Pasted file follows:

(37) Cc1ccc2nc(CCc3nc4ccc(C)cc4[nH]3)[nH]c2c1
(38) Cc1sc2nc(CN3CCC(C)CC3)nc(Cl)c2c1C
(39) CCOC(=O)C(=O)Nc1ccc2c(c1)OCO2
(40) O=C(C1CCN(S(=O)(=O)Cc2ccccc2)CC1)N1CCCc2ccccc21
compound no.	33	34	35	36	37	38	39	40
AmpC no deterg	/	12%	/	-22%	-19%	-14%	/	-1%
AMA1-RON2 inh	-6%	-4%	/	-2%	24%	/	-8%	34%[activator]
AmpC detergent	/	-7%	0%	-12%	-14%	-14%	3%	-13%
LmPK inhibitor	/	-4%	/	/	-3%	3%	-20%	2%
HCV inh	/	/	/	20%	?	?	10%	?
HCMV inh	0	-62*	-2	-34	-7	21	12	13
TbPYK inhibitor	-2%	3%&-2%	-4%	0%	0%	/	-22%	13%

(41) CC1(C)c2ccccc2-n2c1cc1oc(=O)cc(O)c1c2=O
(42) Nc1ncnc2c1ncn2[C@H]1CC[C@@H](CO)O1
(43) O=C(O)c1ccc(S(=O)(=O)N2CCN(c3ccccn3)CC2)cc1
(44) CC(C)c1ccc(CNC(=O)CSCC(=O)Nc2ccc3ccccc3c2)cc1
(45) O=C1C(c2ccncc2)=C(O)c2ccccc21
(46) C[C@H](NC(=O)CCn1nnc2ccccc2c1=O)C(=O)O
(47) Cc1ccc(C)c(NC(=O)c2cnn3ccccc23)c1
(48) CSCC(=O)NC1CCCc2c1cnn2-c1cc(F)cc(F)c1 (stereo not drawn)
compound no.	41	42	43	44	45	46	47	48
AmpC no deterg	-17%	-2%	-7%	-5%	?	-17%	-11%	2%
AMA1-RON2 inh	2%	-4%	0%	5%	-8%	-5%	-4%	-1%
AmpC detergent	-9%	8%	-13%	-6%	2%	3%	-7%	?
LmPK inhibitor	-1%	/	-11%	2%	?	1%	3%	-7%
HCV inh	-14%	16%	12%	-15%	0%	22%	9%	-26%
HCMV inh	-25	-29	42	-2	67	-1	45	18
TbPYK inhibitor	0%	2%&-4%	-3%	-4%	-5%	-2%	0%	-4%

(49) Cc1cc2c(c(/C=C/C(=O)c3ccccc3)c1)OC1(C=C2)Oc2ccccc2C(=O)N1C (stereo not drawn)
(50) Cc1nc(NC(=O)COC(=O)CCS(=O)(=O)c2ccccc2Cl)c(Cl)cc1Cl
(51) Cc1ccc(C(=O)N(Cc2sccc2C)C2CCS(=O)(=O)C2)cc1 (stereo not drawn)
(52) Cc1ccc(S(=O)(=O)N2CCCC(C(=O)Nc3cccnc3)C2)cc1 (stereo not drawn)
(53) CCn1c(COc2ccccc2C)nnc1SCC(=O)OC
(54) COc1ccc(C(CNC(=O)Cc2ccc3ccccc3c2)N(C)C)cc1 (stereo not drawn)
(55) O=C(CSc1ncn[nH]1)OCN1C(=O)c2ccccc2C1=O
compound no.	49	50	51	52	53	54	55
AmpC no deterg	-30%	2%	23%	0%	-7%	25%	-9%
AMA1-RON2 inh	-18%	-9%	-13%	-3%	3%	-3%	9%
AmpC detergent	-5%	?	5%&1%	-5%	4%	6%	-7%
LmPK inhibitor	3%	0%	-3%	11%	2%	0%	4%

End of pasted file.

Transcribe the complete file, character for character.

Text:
(37) Cc1ccc2nc(CCc3nc4ccc(C)cc4[nH]3)[nH]c2c1
(38) Cc1sc2nc(CN3CCC(C)CC3)nc(Cl)c2c1C
(39) CCOC(=O)C(=O)Nc1ccc2c(c1)OCO2
(40) O=C(C1CCN(S(=O)(=O)Cc2ccccc2)CC1)N1CCCc2ccccc21
compound no.	33	34	35	36	37	38	39	40
AmpC no deterg	/	12%	/	-22%	-19%	-14%	/	-1%
AMA1-RON2 inh	-6%	-4%	/	-2%	24%	/	-8%	34%[activator]
AmpC detergent	/	-7%	0%	-12%	-14%	-14%	3%	-13%
LmPK inhibitor	/	-4%	/	/	-3%	3%	-20%	2%
HCV inh	/	/	/	20%	?	?	10%	?
HCMV inh	0	-62*	-2	-34	-7	21	12	13
TbPYK inhibitor	-2%	3%&-2%	-4%	0%	0%	/	-22%	13%

(41) CC1(C)c2ccccc2-n2c1cc1oc(=O)cc(O)c1c2=O
(42) Nc1ncnc2c1ncn2[C@H]1CC[C@@H](CO)O1
(43) O=C(O)c1ccc(S(=O)(=O)N2CCN(c3ccccn3)CC2)cc1
(44) CC(C)c1ccc(CNC(=O)CSCC(=O)Nc2ccc3ccccc3c2)cc1
(45) O=C1C(c2ccncc2)=C(O)c2ccccc21
(46) C[C@H](NC(=O)CCn1nnc2ccccc2c1=O)C(=O)O
(47) Cc1ccc(C)c(NC(=O)c2cnn3ccccc23)c1
(48) CSCC(=O)NC1CCCc2c1cnn2-c1cc(F)cc(F)c1 (stereo not drawn)
compound no.	41	42	43	44	45	46	47	48
AmpC no deterg	-17%	-2%	-7%	-5%	?	-17%	-11%	2%
AMA1-RON2 inh	2%	-4%	0%	5%	-8%	-5%	-4%	-1%
AmpC detergent	-9%	8%	-13%	-6%	2%	3%	-7%	?
LmPK inhibitor	-1%	/	-11%	2%	?	1%	3%	-7%
HCV inh	-14%	16%	12%	-15%	0%	22%	9%	-26%
HCMV inh	-25	-29	42	-2	67	-1	45	18
TbPYK inhibitor	0%	2%&-4%	-3%	-4%	-5%	-2%	0%	-4%

(49) Cc1cc2c(c(/C=C/C(=O)c3ccccc3)c1)OC1(C=C2)Oc2ccccc2C(=O)N1C (stereo not drawn)
(50) Cc1nc(NC(=O)COC(=O)CCS(=O)(=O)c2ccccc2Cl)c(Cl)cc1Cl
(51) Cc1ccc(C(=O)N(Cc2sccc2C)C2CCS(=O)(=O)C2)cc1 (stereo not drawn)
(52) Cc1ccc(S(=O)(=O)N2CCCC(C(=O)Nc3cccnc3)C2)cc1 (stereo not drawn)
(53) CCn1c(COc2ccccc2C)nnc1SCC(=O)OC
(54) COc1ccc(C(CNC(=O)Cc2ccc3ccccc3c2)N(C)C)cc1 (stereo not drawn)
(55) O=C(CSc1ncn[nH]1)OCN1C(=O)c2ccccc2C1=O
compound no.	49	50	51	52	53	54	55
AmpC no deterg	-30%	2%	23%	0%	-7%	25%	-9%
AMA1-RON2 inh	-18%	-9%	-13%	-3%	3%	-3%	9%
AmpC detergent	-5%	?	5%&1%	-5%	4%	6%	-7%
LmPK inhibitor	3%	0%	-3%	11%	2%	0%	4%